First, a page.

I liked reading this book, although I had to stop three or four times and pick it up later. It is first in a series, Station at Diablo: Tumbling Dreams Series, Book 1, by Roger Raffee. This kid in Texas (the novel takes place in and around San Antonio after the establishment of the Texas Rangers and also in parts of Old Mexico) grew up with the Rangers, his father being the doctor for the group. Aaron, the young kid about six years old, meets Sungold Craig, who was living with the Comanches, and they become friends.
Aaron wanted to be a Texas Ranger all his life, and started training for it when he reached gun-handling age. He practiced all the time and when he became mature enough to join the Rangers, he was an expert shot, faster than anyone. He became a Ranger and was assigned to find out where the Comanches buried the gold, that Chief Quanah Parker and Sungold Craig had amassed. And that is the basic plot of the novel.
Along the way he meets up with Craig in Mexico. Craig is now a high-ranking member of the Northern Mexican Army and has a large hideout in the mountains with his gang of Comancheros and Mexicans, and tries not to get mixed up in a Mexican Revolution. Arron spends some time in Nogales where he meets his first true love, Maria Angelica, but they don't get married. He tells Maria he will be back after he finishes his business. And this romance is carried through the novel, even after he meets Sarah and falls in love with her, supposedly.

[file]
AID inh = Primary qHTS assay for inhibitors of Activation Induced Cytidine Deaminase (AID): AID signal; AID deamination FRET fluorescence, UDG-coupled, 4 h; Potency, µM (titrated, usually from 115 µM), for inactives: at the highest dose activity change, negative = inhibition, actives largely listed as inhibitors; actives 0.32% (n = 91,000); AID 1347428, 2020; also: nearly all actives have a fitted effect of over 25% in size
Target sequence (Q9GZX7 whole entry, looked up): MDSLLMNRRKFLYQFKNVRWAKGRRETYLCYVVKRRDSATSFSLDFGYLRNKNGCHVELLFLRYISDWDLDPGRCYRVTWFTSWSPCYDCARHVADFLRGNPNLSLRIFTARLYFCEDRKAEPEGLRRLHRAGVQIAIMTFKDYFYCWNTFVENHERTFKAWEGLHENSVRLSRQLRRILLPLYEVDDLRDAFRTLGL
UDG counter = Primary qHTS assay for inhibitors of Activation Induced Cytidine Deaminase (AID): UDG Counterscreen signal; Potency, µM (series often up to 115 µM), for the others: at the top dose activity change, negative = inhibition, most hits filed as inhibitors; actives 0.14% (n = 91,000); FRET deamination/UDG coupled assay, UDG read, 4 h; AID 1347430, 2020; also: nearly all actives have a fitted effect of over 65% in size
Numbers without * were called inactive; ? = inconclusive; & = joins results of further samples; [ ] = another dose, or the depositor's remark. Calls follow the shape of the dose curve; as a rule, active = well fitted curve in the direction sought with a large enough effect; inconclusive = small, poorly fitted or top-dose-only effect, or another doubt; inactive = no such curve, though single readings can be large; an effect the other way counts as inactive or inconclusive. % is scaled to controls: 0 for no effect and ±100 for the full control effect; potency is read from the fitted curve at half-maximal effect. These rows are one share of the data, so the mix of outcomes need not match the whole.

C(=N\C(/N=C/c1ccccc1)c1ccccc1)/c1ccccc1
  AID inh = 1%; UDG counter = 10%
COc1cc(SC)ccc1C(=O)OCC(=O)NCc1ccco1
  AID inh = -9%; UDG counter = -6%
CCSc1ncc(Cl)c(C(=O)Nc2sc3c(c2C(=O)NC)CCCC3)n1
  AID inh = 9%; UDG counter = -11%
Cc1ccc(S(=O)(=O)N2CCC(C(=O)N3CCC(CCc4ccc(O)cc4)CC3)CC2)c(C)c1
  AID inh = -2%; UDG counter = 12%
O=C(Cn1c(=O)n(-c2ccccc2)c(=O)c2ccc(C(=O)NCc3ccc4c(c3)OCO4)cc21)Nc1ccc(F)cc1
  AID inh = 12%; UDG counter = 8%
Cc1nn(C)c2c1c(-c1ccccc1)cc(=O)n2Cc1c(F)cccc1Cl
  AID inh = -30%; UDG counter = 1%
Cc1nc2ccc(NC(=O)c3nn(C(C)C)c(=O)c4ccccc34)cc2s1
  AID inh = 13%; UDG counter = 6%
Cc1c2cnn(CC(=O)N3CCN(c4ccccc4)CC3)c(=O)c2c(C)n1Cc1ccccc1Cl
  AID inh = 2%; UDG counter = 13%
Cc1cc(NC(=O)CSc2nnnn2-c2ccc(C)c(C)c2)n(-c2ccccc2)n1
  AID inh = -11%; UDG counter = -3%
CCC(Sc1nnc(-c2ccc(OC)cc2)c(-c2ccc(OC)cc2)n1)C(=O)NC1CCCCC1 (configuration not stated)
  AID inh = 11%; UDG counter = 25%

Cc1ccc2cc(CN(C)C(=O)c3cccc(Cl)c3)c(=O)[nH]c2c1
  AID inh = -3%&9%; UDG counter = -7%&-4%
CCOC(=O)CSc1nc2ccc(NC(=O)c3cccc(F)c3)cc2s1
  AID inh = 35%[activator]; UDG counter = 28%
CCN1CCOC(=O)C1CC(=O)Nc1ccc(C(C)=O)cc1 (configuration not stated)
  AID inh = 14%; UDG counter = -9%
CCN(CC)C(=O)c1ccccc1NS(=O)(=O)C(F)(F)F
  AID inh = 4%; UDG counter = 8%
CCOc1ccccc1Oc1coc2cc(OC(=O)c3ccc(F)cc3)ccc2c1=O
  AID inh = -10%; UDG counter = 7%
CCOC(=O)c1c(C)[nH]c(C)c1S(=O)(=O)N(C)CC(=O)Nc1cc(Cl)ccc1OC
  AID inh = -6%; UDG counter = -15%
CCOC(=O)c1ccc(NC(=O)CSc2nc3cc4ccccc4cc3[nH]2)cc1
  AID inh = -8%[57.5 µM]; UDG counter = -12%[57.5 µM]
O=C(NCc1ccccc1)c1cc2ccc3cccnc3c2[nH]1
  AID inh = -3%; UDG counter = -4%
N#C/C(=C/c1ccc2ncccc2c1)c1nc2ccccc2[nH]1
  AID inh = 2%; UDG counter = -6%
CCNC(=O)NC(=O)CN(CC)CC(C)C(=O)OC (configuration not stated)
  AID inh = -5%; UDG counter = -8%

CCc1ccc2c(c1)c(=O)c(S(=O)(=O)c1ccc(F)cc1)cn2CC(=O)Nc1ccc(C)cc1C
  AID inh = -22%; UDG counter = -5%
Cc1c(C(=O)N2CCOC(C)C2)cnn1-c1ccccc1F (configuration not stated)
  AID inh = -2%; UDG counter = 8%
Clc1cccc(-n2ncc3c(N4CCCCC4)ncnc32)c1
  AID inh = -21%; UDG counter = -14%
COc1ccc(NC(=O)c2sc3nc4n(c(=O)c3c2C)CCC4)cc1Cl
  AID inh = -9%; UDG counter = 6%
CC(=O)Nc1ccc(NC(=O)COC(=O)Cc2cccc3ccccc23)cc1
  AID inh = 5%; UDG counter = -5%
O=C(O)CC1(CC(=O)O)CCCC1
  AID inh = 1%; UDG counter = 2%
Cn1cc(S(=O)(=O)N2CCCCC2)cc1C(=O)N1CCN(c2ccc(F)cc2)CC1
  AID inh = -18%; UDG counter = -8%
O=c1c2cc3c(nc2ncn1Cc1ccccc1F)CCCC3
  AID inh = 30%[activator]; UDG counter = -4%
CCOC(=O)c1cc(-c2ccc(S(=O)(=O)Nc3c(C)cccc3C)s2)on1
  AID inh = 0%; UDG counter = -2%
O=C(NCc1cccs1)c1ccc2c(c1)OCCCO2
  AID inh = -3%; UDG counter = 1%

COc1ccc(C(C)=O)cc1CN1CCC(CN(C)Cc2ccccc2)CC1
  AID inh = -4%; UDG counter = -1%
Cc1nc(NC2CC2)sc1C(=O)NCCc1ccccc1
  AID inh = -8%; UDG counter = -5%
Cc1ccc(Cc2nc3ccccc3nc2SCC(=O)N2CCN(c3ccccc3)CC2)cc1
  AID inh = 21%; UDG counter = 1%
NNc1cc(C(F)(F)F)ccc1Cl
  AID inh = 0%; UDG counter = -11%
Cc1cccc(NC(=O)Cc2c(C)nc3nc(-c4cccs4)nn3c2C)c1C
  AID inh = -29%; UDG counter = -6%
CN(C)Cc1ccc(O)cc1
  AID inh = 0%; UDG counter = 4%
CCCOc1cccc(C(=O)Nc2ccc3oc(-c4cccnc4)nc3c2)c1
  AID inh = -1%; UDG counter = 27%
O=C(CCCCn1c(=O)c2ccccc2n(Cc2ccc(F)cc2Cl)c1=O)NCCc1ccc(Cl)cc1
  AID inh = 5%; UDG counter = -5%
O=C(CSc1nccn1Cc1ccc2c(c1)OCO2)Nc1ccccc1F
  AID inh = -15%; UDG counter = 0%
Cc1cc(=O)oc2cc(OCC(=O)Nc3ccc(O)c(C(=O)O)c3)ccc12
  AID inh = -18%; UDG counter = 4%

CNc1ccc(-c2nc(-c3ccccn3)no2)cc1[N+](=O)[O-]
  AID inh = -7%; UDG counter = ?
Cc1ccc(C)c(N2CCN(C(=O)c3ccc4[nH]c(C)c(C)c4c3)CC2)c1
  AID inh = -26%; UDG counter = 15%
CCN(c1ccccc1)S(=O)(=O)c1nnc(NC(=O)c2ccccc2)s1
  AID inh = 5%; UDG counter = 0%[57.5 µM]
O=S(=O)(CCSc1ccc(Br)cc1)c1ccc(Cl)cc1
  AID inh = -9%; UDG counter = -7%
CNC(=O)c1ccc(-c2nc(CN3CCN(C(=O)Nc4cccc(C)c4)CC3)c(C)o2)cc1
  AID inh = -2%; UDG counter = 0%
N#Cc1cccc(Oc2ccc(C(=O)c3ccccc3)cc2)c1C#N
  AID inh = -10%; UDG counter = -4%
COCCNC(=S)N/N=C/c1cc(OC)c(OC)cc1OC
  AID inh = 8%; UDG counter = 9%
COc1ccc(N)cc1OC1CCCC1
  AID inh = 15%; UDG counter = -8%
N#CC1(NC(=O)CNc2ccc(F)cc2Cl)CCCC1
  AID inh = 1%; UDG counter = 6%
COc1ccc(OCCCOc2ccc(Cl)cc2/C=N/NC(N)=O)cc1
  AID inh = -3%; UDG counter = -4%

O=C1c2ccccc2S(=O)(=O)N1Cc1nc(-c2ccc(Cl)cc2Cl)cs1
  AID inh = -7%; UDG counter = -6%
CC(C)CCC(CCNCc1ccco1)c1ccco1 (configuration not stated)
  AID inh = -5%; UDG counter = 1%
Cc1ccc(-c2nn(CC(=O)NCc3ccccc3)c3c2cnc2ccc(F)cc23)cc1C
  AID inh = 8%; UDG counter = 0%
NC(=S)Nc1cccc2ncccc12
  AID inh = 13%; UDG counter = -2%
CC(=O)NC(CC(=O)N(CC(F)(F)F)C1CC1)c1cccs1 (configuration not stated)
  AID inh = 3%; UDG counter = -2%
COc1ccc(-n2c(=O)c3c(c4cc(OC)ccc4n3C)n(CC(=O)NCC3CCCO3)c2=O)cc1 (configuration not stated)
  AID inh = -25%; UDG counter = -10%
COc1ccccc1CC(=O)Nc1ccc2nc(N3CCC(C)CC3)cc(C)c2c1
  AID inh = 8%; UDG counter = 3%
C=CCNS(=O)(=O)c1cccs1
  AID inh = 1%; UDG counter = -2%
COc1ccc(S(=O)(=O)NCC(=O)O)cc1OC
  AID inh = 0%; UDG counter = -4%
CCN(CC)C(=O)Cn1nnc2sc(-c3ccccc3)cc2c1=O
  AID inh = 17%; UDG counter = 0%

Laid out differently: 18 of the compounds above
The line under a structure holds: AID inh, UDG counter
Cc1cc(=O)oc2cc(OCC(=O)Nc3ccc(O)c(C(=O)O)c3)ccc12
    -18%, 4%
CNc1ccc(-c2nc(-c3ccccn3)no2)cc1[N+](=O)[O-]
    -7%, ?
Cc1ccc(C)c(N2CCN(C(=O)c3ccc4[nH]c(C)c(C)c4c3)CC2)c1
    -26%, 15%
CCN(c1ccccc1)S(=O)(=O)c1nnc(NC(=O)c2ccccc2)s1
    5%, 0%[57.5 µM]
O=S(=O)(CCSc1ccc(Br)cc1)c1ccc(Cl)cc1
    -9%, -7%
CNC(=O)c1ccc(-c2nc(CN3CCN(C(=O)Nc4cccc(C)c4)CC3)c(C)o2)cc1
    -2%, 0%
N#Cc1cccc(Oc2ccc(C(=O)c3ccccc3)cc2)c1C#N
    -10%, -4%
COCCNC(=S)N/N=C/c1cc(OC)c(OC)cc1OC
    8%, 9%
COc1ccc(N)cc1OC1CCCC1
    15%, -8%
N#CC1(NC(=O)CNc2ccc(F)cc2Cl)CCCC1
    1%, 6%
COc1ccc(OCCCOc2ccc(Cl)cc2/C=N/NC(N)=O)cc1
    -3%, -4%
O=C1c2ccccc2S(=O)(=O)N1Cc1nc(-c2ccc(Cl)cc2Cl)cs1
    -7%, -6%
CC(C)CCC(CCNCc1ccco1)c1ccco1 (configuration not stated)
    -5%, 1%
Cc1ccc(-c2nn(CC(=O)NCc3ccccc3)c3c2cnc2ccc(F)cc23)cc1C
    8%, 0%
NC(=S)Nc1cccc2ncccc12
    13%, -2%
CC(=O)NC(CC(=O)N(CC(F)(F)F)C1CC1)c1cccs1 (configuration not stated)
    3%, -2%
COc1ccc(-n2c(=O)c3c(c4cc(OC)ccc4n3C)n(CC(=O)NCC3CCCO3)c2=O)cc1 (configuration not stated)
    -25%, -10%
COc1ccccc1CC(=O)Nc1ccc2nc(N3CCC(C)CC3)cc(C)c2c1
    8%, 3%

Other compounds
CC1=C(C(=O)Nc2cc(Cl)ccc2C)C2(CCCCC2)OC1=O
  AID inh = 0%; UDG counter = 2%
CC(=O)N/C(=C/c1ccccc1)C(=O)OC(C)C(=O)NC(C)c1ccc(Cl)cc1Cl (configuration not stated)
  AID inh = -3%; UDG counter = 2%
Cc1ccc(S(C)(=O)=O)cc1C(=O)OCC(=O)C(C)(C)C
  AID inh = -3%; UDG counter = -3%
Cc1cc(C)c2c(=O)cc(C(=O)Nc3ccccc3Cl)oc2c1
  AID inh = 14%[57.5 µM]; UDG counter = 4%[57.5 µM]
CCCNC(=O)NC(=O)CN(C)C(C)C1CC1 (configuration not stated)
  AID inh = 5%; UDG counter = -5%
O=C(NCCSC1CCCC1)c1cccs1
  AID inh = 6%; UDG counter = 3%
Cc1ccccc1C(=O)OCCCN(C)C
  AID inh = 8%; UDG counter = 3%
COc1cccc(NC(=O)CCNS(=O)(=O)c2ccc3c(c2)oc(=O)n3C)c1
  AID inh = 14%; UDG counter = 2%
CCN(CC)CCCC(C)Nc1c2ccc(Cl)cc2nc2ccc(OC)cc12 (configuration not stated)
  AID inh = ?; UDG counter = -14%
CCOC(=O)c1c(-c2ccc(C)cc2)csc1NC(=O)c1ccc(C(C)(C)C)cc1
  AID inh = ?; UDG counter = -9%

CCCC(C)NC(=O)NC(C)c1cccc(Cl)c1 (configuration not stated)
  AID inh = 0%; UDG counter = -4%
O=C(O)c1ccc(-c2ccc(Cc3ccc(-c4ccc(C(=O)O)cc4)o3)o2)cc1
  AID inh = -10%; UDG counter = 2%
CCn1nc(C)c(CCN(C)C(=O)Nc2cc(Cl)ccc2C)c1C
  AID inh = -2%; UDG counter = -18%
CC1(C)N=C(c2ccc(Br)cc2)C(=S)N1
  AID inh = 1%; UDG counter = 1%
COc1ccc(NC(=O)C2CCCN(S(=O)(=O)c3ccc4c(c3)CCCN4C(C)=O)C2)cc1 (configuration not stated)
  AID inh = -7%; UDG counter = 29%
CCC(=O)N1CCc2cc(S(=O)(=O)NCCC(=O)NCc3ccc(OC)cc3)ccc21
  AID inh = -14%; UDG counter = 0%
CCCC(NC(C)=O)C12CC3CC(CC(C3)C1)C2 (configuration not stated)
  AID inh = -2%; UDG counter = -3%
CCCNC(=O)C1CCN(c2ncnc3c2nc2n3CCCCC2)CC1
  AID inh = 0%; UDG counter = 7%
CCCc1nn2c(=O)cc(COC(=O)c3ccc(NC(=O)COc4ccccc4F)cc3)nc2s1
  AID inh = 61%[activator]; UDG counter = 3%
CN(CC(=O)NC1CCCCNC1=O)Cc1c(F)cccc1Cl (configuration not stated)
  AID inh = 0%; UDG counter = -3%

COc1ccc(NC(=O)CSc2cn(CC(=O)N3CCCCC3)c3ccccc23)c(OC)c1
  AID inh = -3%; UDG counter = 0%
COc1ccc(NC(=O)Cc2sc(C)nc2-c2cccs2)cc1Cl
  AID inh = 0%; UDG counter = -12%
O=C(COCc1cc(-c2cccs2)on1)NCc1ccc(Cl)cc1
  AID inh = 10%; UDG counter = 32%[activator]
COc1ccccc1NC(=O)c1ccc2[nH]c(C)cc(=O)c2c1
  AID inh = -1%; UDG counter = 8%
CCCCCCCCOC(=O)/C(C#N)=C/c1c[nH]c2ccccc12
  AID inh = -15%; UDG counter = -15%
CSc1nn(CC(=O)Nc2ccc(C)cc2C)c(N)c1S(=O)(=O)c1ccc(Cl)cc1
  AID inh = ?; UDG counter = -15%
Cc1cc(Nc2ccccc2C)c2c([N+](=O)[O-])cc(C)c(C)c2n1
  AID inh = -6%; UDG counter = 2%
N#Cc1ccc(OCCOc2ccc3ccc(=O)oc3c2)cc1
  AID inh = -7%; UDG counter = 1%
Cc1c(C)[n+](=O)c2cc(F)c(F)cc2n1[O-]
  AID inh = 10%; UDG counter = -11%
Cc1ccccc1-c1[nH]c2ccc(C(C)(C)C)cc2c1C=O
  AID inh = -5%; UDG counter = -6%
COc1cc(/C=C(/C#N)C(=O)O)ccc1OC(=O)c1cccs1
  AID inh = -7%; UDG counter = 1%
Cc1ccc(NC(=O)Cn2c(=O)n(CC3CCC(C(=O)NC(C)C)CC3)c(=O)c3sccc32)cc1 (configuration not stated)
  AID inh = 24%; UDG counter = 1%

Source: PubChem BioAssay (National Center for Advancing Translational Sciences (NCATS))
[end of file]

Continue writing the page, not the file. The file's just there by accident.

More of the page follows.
The story flows from one crisis to another in fine fashion, and may get tedious to some readers in parts, but I thought it read very well. A loner called "Bones" plays a large part with his ranch where he grew up alone and stole chickens from his neighbors to survive while living in a cave. "Bones" isn't too particular about his women, he just wants someone to marry him and be happy helping him on his ranch.
Aaron, Craig, and "Bones" find a train load of American money that is being prepared for shipment to Mexico by a gang of thieves, not one from Texas, being run by the son of the railroad owner. The money is being sent to support Porfirio Diaz in the revolution. And the story goes on to a nice ending back in the San Antonio area. They never did find the buried gold. I thought it made my list of four-star Westerns, being a fun, exciting, and suspenseful story.